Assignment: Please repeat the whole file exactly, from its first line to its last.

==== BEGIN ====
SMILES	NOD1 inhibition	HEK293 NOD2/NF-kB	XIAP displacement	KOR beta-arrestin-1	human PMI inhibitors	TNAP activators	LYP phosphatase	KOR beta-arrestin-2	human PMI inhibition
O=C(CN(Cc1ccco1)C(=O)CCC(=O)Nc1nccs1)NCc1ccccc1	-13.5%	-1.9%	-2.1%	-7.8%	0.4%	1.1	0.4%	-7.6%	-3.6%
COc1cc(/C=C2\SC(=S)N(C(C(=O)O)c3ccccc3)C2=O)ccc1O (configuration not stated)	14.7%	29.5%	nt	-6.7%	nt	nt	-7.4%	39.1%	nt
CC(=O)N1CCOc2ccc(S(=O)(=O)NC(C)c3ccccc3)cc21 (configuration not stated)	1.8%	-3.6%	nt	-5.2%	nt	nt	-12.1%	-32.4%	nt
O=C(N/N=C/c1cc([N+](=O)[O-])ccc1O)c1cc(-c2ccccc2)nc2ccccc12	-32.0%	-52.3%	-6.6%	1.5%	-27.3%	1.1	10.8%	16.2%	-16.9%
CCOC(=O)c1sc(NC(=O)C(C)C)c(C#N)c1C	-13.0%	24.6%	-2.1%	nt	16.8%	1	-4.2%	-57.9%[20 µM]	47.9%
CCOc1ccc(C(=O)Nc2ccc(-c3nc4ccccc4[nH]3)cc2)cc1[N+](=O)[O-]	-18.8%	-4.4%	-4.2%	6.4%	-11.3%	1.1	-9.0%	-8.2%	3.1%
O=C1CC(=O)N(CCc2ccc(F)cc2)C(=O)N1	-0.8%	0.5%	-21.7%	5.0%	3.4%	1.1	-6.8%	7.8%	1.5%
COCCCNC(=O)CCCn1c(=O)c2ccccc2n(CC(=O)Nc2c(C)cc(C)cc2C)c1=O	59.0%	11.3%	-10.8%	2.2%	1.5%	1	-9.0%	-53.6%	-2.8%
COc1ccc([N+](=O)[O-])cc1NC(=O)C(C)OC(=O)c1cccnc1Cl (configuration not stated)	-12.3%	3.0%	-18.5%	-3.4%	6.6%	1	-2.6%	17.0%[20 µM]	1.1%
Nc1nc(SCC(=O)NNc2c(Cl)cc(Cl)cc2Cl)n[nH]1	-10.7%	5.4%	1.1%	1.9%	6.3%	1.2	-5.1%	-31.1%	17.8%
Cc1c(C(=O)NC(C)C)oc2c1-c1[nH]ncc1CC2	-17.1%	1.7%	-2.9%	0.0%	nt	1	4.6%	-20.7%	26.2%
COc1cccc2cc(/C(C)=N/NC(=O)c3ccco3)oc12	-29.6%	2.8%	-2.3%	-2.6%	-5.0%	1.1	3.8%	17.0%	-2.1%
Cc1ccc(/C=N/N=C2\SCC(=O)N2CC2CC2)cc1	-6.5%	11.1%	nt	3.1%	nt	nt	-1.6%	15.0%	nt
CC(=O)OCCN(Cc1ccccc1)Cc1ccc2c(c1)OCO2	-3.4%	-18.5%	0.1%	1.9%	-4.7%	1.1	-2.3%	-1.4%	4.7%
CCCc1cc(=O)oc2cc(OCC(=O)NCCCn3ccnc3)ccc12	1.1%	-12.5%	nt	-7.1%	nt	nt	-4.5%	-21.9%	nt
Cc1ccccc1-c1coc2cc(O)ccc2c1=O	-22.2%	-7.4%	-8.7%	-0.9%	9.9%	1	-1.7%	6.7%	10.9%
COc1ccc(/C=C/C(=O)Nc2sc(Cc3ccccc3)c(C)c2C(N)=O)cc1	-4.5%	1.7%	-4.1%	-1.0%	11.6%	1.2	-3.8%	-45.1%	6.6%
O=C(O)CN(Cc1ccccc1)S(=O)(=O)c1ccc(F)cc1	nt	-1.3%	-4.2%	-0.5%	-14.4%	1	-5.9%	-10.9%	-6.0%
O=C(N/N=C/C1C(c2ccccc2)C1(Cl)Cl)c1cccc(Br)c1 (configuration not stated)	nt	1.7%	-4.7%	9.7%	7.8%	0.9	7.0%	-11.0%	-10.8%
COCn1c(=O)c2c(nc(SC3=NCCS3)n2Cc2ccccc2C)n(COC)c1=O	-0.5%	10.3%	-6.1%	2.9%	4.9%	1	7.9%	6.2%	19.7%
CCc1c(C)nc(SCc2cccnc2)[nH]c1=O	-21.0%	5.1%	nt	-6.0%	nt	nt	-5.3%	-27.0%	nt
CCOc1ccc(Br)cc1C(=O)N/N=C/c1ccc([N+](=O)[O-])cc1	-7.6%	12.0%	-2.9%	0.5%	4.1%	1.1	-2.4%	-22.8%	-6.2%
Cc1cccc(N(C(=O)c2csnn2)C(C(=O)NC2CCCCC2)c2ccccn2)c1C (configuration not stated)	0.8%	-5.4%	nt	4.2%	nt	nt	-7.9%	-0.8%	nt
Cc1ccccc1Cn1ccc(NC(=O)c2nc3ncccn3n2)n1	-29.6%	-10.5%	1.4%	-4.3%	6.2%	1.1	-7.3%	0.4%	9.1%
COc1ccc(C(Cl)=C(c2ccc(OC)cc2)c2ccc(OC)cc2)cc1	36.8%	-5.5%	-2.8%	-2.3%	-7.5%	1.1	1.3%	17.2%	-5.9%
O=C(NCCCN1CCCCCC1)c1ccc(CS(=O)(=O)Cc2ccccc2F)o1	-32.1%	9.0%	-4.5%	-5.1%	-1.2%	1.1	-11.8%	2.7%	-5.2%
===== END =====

SMILES	NOD1 inhibition	HEK293 NOD2/NF-kB	XIAP displacement	KOR beta-arrestin-1	human PMI inhibitors	TNAP activators	LYP phosphatase	KOR beta-arrestin-2	human PMI inhibition
O=C(CN(Cc1ccco1)C(=O)CCC(=O)Nc1nccs1)NCc1ccccc1	-13.5%	-1.9%	-2.1%	-7.8%	0.4%	1.1	0.4%	-7.6%	-3.6%
COc1cc(/C=C2\SC(=S)N(C(C(=O)O)c3ccccc3)C2=O)ccc1O (configuration not stated)	14.7%	29.5%	nt	-6.7%	nt	nt	-7.4%	39.1%	nt
CC(=O)N1CCOc2ccc(S(=O)(=O)NC(C)c3ccccc3)cc21 (configuration not stated)	1.8%	-3.6%	nt	-5.2%	nt	nt	-12.1%	-32.4%	nt
O=C(N/N=C/c1cc([N+](=O)[O-])ccc1O)c1cc(-c2ccccc2)nc2ccccc12	-32.0%	-52.3%	-6.6%	1.5%	-27.3%	1.1	10.8%	16.2%	-16.9%
CCOC(=O)c1sc(NC(=O)C(C)C)c(C#N)c1C	-13.0%	24.6%	-2.1%	nt	16.8%	1	-4.2%	-57.9%[20 µM]	47.9%
CCOc1ccc(C(=O)Nc2ccc(-c3nc4ccccc4[nH]3)cc2)cc1[N+](=O)[O-]	-18.8%	-4.4%	-4.2%	6.4%	-11.3%	1.1	-9.0%	-8.2%	3.1%
O=C1CC(=O)N(CCc2ccc(F)cc2)C(=O)N1	-0.8%	0.5%	-21.7%	5.0%	3.4%	1.1	-6.8%	7.8%	1.5%
COCCCNC(=O)CCCn1c(=O)c2ccccc2n(CC(=O)Nc2c(C)cc(C)cc2C)c1=O	59.0%	11.3%	-10.8%	2.2%	1.5%	1	-9.0%	-53.6%	-2.8%
COc1ccc([N+](=O)[O-])cc1NC(=O)C(C)OC(=O)c1cccnc1Cl (configuration not stated)	-12.3%	3.0%	-18.5%	-3.4%	6.6%	1	-2.6%	17.0%[20 µM]	1.1%
Nc1nc(SCC(=O)NNc2c(Cl)cc(Cl)cc2Cl)n[nH]1	-10.7%	5.4%	1.1%	1.9%	6.3%	1.2	-5.1%	-31.1%	17.8%
Cc1c(C(=O)NC(C)C)oc2c1-c1[nH]ncc1CC2	-17.1%	1.7%	-2.9%	0.0%	nt	1	4.6%	-20.7%	26.2%
COc1cccc2cc(/C(C)=N/NC(=O)c3ccco3)oc12	-29.6%	2.8%	-2.3%	-2.6%	-5.0%	1.1	3.8%	17.0%	-2.1%
Cc1ccc(/C=N/N=C2\SCC(=O)N2CC2CC2)cc1	-6.5%	11.1%	nt	3.1%	nt	nt	-1.6%	15.0%	nt
CC(=O)OCCN(Cc1ccccc1)Cc1ccc2c(c1)OCO2	-3.4%	-18.5%	0.1%	1.9%	-4.7%	1.1	-2.3%	-1.4%	4.7%
CCCc1cc(=O)oc2cc(OCC(=O)NCCCn3ccnc3)ccc12	1.1%	-12.5%	nt	-7.1%	nt	nt	-4.5%	-21.9%	nt
Cc1ccccc1-c1coc2cc(O)ccc2c1=O	-22.2%	-7.4%	-8.7%	-0.9%	9.9%	1	-1.7%	6.7%	10.9%
COc1ccc(/C=C/C(=O)Nc2sc(Cc3ccccc3)c(C)c2C(N)=O)cc1	-4.5%	1.7%	-4.1%	-1.0%	11.6%	1.2	-3.8%	-45.1%	6.6%
O=C(O)CN(Cc1ccccc1)S(=O)(=O)c1ccc(F)cc1	nt	-1.3%	-4.2%	-0.5%	-14.4%	1	-5.9%	-10.9%	-6.0%
O=C(N/N=C/C1C(c2ccccc2)C1(Cl)Cl)c1cccc(Br)c1 (configuration not stated)	nt	1.7%	-4.7%	9.7%	7.8%	0.9	7.0%	-11.0%	-10.8%
COCn1c(=O)c2c(nc(SC3=NCCS3)n2Cc2ccccc2C)n(COC)c1=O	-0.5%	10.3%	-6.1%	2.9%	4.9%	1	7.9%	6.2%	19.7%
CCc1c(C)nc(SCc2cccnc2)[nH]c1=O	-21.0%	5.1%	nt	-6.0%	nt	nt	-5.3%	-27.0%	nt
CCOc1ccc(Br)cc1C(=O)N/N=C/c1ccc([N+](=O)[O-])cc1	-7.6%	12.0%	-2.9%	0.5%	4.1%	1.1	-2.4%	-22.8%	-6.2%
Cc1cccc(N(C(=O)c2csnn2)C(C(=O)NC2CCCCC2)c2ccccn2)c1C (configuration not stated)	0.8%	-5.4%	nt	4.2%	nt	nt	-7.9%	-0.8%	nt
Cc1ccccc1Cn1ccc(NC(=O)c2nc3ncccn3n2)n1	-29.6%	-10.5%	1.4%	-4.3%	6.2%	1.1	-7.3%	0.4%	9.1%
COc1ccc(C(Cl)=C(c2ccc(OC)cc2)c2ccc(OC)cc2)cc1	36.8%	-5.5%	-2.8%	-2.3%	-7.5%	1.1	1.3%	17.2%	-5.9%
O=C(NCCCN1CCCCCC1)c1ccc(CS(=O)(=O)Cc2ccccc2F)o1	-32.1%	9.0%	-4.5%	-5.1%	-1.2%	1.1	-11.8%	2.7%	-5.2%